Figure 1. (a) Location map for NW Eifuku in the Mariana Arc. (b) Oblique 3-D representation of NW Eifuku viewed from the southwest, generated from EM300 bathymetry. No vertical exaggeration. Depths range from 1550 to 3000 m.
Figure 2. (a) Bathymetric map showing locations of Daikoku, Eifuku, and NW Eifuku submarine volcanoes. Box shows location of Figure 2b. (b) Detailed bathymetric map of NW Eifuku. Box shows location of Figure 2c. (c) High-resolution bathymetry of the summit of NW Eifuku, showing location of the Champagne site and Sulfur Dendrite (SD) and Cliff House (CH) vent sites. This high-resolution bathymetry was collected using the Imagenex sonar system mounted on the ROPOS ROV [Chadwick et al., 2001, 2004].
Figure 3. Photographs of the Champagne hydrothermal site taken with the ROPOS ROV. (a, b, and c) Small chimneys venting 103°C vent fluid. Liquid CO droplets are also visible. (d) Close-up of liquid CO droplets rising in a stream from the seafloor. (e) Liquid CO droplets collecting on the underside of the ROV bumper-bar and camera. (f) Mussel bed only tens of meters from the Champagne vent site. See also Movies 1 and 2. Additional photographs and video clips from the 2004 Submarine Ring of Fire expedition and from NW Eifuku in particular are available at the Ocean Exploration Web site: http://oceanexplorer.noaa.gov/explorations/04fire/logs/april10/april10.html and http://oceanexplorer.noaa.gov/explorations/04fire/logs/photolog/photolog.html.
Figure 4. Diagram of near surface conditions at the Champagne vent field. The "?" indicates possible regions where liquid CO and/or CO hydrate are being entrained into the vent fluid flow.
Figure 5. Schematic of the extraction line used for sample processing at sea.
Figure 6. Photographs of sampling at the Champagne site in 2004 and 2005. (a) Fluid sampler being inserted into 103°C hydrothermal vent. (b) Droplets of liquid CO being collected in an inverted plastic cylinder held in the ROV arm. (c) Photograph of the plastic cylinder taken at about 400 m depth during the ROV's ascent to the surface. Most of the liquid droplets have converted to hydrate, and the hydrate is beginning to sublime into gaseous CO. (d) Close-up of the "droplet catcher" used during the 2005 expedition attached to the small volume gas-tight bottle. (e and f) The ROV Hyper-Dolphin sampling liquid CO with the droplet catcher and gas-tight bottle at the Champagne site.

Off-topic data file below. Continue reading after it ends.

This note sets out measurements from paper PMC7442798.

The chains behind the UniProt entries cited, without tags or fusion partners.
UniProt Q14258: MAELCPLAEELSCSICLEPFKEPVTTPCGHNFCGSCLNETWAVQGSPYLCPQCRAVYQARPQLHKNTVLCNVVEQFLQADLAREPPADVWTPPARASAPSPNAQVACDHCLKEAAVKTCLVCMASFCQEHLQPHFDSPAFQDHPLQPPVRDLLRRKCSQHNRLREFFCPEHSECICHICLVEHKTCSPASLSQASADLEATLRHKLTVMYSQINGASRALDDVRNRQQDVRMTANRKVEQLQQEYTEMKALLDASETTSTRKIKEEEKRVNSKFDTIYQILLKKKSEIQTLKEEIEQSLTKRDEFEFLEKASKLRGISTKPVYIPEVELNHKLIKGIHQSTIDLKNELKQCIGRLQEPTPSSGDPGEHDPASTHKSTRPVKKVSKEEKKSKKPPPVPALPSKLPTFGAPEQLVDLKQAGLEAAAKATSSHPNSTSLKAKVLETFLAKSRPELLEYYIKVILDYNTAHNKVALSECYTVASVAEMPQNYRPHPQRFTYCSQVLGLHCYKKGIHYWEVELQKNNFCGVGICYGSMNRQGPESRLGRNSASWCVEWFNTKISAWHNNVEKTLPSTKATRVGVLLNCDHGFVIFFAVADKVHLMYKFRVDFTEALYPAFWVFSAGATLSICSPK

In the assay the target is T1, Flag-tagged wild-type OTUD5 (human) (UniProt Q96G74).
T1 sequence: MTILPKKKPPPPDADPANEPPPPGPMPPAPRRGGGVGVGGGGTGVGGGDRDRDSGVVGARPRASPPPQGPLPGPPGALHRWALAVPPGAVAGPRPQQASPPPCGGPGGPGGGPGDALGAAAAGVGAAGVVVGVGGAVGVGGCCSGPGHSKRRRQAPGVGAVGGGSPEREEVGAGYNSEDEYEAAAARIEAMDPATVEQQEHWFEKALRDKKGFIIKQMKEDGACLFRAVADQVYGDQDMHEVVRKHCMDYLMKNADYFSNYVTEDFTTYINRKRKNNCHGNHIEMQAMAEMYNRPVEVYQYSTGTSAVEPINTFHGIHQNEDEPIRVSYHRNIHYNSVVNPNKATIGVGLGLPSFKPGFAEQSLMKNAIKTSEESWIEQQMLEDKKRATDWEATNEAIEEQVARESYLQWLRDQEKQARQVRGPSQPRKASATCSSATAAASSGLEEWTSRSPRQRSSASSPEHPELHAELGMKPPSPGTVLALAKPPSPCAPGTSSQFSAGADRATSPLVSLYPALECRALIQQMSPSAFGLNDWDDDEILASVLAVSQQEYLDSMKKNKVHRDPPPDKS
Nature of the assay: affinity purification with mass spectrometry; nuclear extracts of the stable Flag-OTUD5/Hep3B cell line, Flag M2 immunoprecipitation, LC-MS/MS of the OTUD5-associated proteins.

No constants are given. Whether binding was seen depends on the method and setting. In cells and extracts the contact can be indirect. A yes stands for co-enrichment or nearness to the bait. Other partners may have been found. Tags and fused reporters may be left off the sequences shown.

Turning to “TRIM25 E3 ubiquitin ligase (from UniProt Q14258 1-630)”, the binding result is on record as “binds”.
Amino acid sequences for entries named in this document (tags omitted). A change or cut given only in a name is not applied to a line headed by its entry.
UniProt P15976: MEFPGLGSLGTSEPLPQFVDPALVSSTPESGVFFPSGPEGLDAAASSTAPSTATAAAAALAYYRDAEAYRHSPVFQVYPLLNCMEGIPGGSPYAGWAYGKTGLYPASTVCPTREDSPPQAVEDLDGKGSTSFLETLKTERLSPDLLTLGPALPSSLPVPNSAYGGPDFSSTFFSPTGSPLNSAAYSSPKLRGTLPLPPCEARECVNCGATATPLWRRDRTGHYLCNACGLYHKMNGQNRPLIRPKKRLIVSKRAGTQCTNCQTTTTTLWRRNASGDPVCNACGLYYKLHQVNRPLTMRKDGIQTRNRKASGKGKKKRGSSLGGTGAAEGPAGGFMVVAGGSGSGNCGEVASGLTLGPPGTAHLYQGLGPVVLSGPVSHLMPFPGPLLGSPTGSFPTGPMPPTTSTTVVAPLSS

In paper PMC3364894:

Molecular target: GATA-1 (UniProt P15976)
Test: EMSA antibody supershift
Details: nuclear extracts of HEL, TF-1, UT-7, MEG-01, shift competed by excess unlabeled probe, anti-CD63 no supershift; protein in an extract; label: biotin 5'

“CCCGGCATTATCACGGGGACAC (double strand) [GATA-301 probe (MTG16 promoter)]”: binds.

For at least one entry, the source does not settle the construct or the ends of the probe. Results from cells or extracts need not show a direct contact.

Figure 7. Phase diagram for CO showing regions where solid, liquid, gas, and super-critical fluid (SCF) exist. P and T denote the critical pressure and temperature. The dashed line denotes the boundary of hydrate stability [Sloan, 1990]. The P, T conditions for the Champagne site liquid droplets and for the 103°C vent fluid are shown.
Figure 8. Vent fluid concentrations for CO, HS, and He versus Mg for NW Eifuku vent fluids. Vent designations are CH (Champagne), SD (Sulfur Dendrite), CL (Cliff House), and DS (Diffuse Site). The 2004 collections are shown in red; the 2005 collections are shown in blue. Fluid discharge temperatures are indicated in parentheses. All of these sites are near the Champagne vent field (see Figure 1b). Possible mixing lines are shown indicating end-member compositions for 2004 samples (red lines) and 2005 samples (blue lines). The solubility of CO in water at these conditions (160 bars, 100°C) is shown for comparison.
Figure 9. Histogram comparing estimated end-member CO concentrations for vent fluids from mid-ocean ridges [Kelley et al., 2004], the Okinawa Trough [Sakai et al., 1990a, 1990b], and NW Eifuku (this work). For the MOR and Okinawa Trough samples, the end-member concentrations were derived in the usual way by extrapolating to zero Mg. For the NW Eifuku samples a value of 43 mmol/kg was used for this end-member extrapolation (see text for explanation).
Table 1. Gas Compositions for Vent Fluid and Liquid Droplet Samples From NW Eifuku
Table 2. Isotope Ratios for Vent Fluid and Liquid Droplet Samples From NW Eifuku
Table 3. Estimated End-Member Compositions, Based on Extrapolating to a Mg Concentration of 43 mmol/kg
Figure 10. Plots showing He, He, and CO data collected in the water column over NW Eifuku in 2003 (filled triangles) and 2004 (filled circles). (a) [He] and CO versus depth. The depth of the Champagne vent field is indicated for comparison. (b) [He] versus [He] showing an estimate of the end-member He/He ratio based on a linear regression fit. Here R = He/He and R = R = 1.39 × 10. (c) CO versus [He] showing a similar estimate of the end-member CO/He ratio.
Figure 11. Diagram showing a model proposed for the gas flux from NW Eifuku, in which a CO-rich gas is directly degassing from the magma chamber. As this hot gas rises through the system, it cools, and CO condenses as a separate liquid phase on the periphery of the main conduit. Seawater circulates through the system, but the penetration of water into the core of the system is limited at temperatures below 250°C due to CO-HO immiscibility. At the volcano summit the liquid CO collects beneath a hydrate "cap" layer that forms where the liquid CO comes in contact with seawater. Because the penetration of water is limited and the enthalpy is carried by the CO gas, there is little high-temperature water-rock interaction.
Figure 12. (a) Chart comparing C (‰) for CO from various MOR sites [Kelley et al., 2004], the Okinawa Trough [Sakai et al., 1990a, 1990b], NW Eifuku (this work), marine carbonates [Hoefs, 1980], and typical volcanic arcs [Sano and Williams, 1996; van Soest et al., 1998]. (b) Similar chart comparing CO/He ratios for MOR vents [Kelley et al., 2004], the Okinawa Trough [Sakai et al., 1990a, 1990b], and typical volcanic arcs [Sano and Williams, 1996; van Soest et al., 1998].
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